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Daschle struggles to be relevant
By Charles Bloomer
A recent CNN/USA Today/Gallup poll places President Bush's job approval at 81 per cent. Not only is that approval rating among the highest Gallup has recorded for any president since they started doing polls back in 1938, President Bush has set a record by having approval ratings over 80 per cent for over 5 months. Clearly, the American people think the president is doing something right.
In the glare of the president's overwhelming popularity, Senate Majority Leader Tom Daschle is having difficulty developing a strategy to carry the Democrats to victory in November. Since January, it seems that every time Daschle opens his mouth, he has inserted his foot. Nearly every pronouncement by the senator has had to be quickly followed by a retraction.
Unable to come up with an agenda that resonates with the American voters, Daschle has taken to criticizing the president's handling of the war on terrorism. In rapid succession, Daschle objected to the president's characterization of Iran, Iraq, and North Korea as an "Axis of Evil", complained that the war was without direction, and would take too long. He also griped that the administration was not giving him enough information about the war, that congress was not being treated as a "co-equal" in the prosecution of the war. Each statement brought about a storm of protest. Attacking a president with a 78 per cent approval rating in foreign affairs turned out to be a bad idea.
Having taken a lot of heat for his anti-war stance, Daschle turned his attention to the existence of the so-called "shadow government". Daschle and other Democrats stated that they had not been informed that the administration had set up a secure facility to ensure the continuation of government functions in the event of a catastrophic attack on Washington, DC. As it turns out, Daschle himself was taken to the secure facility on September 11. The juvenile mentality of the Democrats is best illustrated by the remarks of Democrat Congressman William Delahunt, who said, "What about us?"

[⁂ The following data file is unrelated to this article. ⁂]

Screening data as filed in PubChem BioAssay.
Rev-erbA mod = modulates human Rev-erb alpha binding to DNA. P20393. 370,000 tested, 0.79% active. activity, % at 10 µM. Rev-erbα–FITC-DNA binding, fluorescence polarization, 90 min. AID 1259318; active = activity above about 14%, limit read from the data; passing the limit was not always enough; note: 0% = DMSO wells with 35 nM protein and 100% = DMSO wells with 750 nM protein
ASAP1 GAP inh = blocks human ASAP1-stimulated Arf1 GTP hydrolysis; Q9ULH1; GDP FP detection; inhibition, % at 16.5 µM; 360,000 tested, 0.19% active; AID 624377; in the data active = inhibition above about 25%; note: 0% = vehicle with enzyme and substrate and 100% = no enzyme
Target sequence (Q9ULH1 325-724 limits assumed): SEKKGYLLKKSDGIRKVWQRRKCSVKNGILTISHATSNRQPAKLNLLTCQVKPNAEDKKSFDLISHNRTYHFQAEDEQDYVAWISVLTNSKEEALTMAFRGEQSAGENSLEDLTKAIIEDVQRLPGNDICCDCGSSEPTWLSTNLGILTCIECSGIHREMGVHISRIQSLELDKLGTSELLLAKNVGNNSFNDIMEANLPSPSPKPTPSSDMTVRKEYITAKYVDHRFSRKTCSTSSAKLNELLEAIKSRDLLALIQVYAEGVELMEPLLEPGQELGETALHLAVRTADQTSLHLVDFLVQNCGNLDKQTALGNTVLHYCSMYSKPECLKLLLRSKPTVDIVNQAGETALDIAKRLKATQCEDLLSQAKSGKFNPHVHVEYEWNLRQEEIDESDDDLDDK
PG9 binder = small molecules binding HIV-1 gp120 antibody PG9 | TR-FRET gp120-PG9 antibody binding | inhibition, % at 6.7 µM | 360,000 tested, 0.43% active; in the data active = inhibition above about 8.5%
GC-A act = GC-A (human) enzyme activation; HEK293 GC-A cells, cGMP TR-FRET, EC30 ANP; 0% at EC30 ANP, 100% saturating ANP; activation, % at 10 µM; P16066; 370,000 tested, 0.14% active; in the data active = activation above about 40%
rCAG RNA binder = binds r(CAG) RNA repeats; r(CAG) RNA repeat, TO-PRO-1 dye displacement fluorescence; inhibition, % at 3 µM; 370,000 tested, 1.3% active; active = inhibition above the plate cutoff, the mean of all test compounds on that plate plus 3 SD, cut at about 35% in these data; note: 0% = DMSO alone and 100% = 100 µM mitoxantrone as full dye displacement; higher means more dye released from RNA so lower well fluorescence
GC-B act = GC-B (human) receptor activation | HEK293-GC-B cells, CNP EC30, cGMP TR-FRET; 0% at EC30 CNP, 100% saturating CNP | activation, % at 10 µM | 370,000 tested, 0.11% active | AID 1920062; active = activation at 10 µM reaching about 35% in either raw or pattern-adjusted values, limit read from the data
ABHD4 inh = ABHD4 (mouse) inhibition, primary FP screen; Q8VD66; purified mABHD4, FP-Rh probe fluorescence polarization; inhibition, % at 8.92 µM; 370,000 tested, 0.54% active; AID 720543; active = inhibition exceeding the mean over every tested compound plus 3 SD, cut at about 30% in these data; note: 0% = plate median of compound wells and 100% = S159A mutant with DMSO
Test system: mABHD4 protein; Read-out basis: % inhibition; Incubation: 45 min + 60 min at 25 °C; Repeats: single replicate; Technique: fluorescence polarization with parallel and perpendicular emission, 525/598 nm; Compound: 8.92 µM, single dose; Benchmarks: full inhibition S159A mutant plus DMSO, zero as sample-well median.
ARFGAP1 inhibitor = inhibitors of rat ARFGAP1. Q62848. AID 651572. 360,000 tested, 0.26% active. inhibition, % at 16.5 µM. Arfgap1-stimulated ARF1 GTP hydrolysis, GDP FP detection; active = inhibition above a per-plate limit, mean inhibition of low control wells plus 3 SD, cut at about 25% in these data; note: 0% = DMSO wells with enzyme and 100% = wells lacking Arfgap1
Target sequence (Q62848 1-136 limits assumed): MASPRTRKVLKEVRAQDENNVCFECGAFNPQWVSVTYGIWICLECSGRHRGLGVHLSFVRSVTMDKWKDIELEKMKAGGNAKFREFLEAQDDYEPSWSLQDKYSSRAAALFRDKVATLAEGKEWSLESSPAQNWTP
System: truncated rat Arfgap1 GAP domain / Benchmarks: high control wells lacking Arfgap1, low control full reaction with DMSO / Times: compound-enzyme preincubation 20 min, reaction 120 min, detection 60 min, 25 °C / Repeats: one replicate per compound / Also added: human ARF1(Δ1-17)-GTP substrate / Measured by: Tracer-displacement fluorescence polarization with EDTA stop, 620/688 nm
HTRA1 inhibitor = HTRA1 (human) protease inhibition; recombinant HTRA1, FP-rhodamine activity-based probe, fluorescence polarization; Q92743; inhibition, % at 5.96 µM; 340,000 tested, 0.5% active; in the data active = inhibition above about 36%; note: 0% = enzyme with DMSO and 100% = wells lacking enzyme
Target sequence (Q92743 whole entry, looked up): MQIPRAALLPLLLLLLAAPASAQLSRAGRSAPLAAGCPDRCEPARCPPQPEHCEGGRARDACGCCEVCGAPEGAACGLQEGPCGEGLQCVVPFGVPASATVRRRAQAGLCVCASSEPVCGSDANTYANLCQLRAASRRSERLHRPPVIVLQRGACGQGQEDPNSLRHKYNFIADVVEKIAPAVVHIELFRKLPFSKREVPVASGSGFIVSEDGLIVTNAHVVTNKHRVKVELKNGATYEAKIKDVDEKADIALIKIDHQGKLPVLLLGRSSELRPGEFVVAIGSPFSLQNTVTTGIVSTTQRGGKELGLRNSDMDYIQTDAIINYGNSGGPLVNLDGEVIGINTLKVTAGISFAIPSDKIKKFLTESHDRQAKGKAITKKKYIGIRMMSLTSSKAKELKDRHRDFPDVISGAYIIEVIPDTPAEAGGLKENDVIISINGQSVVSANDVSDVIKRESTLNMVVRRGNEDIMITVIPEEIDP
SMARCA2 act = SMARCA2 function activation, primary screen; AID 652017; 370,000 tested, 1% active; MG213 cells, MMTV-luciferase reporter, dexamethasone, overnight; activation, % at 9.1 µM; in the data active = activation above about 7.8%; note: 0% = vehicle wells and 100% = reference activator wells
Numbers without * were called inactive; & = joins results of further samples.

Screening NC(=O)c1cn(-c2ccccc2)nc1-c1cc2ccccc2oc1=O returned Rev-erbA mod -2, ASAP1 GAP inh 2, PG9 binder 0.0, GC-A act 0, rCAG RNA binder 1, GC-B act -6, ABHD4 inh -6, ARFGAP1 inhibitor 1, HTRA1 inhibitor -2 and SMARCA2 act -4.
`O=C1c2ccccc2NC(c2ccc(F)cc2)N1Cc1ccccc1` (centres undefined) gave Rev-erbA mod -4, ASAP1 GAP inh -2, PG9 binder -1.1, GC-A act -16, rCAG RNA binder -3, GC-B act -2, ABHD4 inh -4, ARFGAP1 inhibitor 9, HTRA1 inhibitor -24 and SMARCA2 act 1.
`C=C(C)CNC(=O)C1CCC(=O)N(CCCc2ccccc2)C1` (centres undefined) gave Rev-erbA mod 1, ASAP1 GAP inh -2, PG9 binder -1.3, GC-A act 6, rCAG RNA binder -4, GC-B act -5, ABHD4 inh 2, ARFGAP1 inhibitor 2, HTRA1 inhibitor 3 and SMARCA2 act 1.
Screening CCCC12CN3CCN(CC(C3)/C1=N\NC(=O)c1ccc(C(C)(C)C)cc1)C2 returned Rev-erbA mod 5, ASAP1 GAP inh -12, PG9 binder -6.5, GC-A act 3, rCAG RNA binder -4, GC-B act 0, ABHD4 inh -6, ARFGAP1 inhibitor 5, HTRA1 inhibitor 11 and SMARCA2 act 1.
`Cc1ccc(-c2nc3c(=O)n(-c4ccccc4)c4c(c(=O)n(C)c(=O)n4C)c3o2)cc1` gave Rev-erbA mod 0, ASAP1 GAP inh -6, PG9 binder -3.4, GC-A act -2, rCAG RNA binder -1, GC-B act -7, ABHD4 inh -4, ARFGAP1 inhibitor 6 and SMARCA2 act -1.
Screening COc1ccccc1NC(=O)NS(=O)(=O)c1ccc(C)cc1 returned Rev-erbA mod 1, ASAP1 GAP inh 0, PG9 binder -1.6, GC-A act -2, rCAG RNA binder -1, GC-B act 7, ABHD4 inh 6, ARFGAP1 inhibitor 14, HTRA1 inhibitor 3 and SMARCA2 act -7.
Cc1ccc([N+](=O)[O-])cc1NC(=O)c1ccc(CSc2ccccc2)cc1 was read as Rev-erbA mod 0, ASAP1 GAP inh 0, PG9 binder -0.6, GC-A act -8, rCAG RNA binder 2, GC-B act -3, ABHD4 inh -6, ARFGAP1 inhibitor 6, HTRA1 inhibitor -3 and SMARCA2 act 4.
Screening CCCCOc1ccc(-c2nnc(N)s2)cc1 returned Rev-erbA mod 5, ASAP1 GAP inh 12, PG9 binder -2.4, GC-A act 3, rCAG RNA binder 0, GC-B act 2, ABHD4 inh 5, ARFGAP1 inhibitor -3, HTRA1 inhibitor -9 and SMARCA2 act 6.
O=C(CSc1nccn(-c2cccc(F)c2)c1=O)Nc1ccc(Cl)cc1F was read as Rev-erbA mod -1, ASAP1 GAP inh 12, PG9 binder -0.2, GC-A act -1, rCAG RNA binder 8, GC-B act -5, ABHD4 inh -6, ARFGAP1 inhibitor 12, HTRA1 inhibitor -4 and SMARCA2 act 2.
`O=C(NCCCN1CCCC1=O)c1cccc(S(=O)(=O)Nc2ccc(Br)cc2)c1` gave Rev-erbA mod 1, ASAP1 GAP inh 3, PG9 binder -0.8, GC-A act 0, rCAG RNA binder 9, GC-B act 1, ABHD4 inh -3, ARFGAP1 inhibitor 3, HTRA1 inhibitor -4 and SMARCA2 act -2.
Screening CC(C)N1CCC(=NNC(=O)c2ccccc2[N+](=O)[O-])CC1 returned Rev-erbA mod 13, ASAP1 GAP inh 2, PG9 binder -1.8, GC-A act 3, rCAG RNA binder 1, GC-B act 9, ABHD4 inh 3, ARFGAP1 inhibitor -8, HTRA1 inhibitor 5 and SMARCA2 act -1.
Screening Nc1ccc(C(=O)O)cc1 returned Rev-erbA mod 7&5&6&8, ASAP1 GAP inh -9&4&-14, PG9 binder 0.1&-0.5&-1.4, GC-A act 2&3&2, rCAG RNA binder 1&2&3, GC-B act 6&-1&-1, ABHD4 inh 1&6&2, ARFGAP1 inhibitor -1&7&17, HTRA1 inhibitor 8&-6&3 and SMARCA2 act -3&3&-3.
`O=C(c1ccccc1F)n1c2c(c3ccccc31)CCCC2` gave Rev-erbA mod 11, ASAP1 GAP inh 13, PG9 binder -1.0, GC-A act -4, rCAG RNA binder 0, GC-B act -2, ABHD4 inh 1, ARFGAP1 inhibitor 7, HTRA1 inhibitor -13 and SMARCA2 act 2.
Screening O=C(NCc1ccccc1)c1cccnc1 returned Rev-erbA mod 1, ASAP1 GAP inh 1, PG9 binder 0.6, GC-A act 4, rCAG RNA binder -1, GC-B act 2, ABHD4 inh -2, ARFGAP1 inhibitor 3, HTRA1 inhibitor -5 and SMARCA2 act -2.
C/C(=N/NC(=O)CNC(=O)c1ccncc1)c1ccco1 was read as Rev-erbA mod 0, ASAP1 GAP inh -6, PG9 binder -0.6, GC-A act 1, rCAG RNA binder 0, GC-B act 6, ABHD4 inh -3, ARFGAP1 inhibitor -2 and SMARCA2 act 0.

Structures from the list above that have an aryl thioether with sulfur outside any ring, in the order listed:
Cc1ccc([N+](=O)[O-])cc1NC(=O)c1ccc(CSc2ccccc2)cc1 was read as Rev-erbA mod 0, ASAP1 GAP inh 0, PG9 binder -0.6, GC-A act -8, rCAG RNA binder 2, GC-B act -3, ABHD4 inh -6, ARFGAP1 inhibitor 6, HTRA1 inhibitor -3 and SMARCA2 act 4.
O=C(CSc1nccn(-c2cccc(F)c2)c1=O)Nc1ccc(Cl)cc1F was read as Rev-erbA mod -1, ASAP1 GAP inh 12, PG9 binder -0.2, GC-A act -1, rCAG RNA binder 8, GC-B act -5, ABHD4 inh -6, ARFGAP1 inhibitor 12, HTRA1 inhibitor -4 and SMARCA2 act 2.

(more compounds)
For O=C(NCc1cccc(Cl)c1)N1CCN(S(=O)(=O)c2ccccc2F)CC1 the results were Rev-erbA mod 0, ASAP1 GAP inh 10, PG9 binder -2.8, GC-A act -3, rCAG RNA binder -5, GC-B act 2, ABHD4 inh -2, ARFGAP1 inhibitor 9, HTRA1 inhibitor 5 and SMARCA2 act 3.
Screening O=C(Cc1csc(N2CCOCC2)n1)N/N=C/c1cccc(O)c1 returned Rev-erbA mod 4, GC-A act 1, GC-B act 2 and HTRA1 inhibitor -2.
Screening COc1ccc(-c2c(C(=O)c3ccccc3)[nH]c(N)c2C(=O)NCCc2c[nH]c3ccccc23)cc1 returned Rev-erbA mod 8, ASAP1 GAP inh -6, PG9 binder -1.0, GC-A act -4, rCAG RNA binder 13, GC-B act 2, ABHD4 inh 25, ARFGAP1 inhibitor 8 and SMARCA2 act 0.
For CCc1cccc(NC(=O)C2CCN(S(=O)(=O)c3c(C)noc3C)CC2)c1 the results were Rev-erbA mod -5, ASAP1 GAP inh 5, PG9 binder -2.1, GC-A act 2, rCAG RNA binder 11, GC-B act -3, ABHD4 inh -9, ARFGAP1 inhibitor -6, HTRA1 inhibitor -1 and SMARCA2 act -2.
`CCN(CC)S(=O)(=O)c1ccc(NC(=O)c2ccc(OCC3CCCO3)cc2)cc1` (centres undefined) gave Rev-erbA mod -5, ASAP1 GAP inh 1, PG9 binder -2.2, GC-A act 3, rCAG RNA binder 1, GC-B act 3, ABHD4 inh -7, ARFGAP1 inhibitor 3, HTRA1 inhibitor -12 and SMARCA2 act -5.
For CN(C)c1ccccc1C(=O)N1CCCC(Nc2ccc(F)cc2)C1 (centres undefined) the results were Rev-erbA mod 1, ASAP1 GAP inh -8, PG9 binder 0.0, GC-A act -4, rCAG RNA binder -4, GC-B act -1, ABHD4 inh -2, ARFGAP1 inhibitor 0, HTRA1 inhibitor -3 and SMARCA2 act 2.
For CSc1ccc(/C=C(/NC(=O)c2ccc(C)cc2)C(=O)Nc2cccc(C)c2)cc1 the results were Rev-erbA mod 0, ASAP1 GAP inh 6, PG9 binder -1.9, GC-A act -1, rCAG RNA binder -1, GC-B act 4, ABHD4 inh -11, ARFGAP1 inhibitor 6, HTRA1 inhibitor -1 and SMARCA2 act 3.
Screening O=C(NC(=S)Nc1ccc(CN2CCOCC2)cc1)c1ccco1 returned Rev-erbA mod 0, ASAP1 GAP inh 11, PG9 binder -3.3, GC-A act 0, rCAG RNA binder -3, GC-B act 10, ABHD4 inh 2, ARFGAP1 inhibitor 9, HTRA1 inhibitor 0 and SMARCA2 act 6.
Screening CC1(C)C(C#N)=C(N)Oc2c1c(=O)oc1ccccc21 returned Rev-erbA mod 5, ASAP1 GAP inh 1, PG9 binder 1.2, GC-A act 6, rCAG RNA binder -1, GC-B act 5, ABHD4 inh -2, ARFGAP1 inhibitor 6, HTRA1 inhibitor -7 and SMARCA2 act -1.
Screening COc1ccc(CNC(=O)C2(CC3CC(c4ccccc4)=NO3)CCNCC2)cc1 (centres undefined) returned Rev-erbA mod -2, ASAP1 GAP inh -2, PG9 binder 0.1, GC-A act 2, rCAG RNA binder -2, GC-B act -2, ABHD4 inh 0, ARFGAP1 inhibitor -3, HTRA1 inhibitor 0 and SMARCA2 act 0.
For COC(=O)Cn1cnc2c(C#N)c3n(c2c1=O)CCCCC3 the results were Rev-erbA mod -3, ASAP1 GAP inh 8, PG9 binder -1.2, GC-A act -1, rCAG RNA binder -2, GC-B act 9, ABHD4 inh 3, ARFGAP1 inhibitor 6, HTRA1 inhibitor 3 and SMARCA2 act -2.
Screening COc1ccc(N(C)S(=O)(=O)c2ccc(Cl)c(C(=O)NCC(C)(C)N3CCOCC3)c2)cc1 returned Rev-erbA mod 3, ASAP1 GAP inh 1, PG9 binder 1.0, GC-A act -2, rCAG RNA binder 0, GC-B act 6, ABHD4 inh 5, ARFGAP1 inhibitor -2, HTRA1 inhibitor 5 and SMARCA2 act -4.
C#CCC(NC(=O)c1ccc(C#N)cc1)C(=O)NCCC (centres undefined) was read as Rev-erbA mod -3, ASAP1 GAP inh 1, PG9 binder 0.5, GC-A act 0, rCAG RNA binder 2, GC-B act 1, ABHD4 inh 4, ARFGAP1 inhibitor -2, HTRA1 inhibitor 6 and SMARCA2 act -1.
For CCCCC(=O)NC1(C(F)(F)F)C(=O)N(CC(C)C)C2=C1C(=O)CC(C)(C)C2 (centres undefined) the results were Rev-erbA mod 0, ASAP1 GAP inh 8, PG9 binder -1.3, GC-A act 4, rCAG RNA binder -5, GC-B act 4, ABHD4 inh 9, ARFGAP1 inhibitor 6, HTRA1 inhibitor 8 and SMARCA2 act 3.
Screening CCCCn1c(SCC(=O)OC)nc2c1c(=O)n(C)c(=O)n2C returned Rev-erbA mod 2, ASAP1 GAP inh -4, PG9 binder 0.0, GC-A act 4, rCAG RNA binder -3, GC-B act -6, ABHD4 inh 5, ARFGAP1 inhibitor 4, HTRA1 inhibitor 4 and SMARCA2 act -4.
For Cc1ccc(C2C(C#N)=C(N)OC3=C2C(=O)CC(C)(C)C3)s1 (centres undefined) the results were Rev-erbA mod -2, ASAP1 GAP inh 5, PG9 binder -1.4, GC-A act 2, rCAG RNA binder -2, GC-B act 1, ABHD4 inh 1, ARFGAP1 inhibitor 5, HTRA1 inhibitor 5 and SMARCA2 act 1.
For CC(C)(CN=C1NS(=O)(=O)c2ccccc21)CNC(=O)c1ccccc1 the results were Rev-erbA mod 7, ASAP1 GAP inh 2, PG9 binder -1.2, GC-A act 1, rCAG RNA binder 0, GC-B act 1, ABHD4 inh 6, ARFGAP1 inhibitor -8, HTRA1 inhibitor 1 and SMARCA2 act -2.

So Senator Daschle and his Democrat cohorts falsely accuse the president of not telling them about the secure facility, then whine that they aren't included in the "shadow government". The real issue here is not that the president took sensible measures to ensure the viability of the Executive Branch (of which he is the head). Daschle and other congressional leaders have been made to look irresponsible by not taking similar measures to protect the Legislative Branch. This episode speaks more of bruised egos than it does about a concern for the continuation of government.
Having failed to develop an agenda with traction, Senator Daschle has decided to turn obstructionist. From his leadership position in the senate, Daschle has allowed the Democrats to block President Bush's judicial nominations, refused to consider an intelligent energy policy that would allow drilling in the Alaskan National Wildlife Refuge, and stalled an economic recovery plan that would cut taxes. Instead of being constructive, Daschle and the Democrats have tried to blame the Bush administration and tax cuts for the recession.
Senator Daschle's incoherent actions show that he is struggling to come up with a winning campaign theme for the fall elections. Although Daschle is not up for re-election in November, he knows that a net loss of one seat in the senate will cause his loss of the Majority Leader position. He has tried to attack the president on foreign policy and been blasted for his effort. Even on domestic policy, the president gets relatively high ratings (64 per cent in the same CNN/USA Today/Gallup poll), making it difficult for Daschle and the Democrats to attack on domestic issues - issues that normally favor the Democrats.
Senator Daschle is struggling to be relevant. In light of the president's popularity and approval, Daschle faces an uphill battle.
Charles Bloomer is a Senior Writer for Enter Stage Right. He can be
contacted at email@example.com.
© 2002 Charles Bloomer
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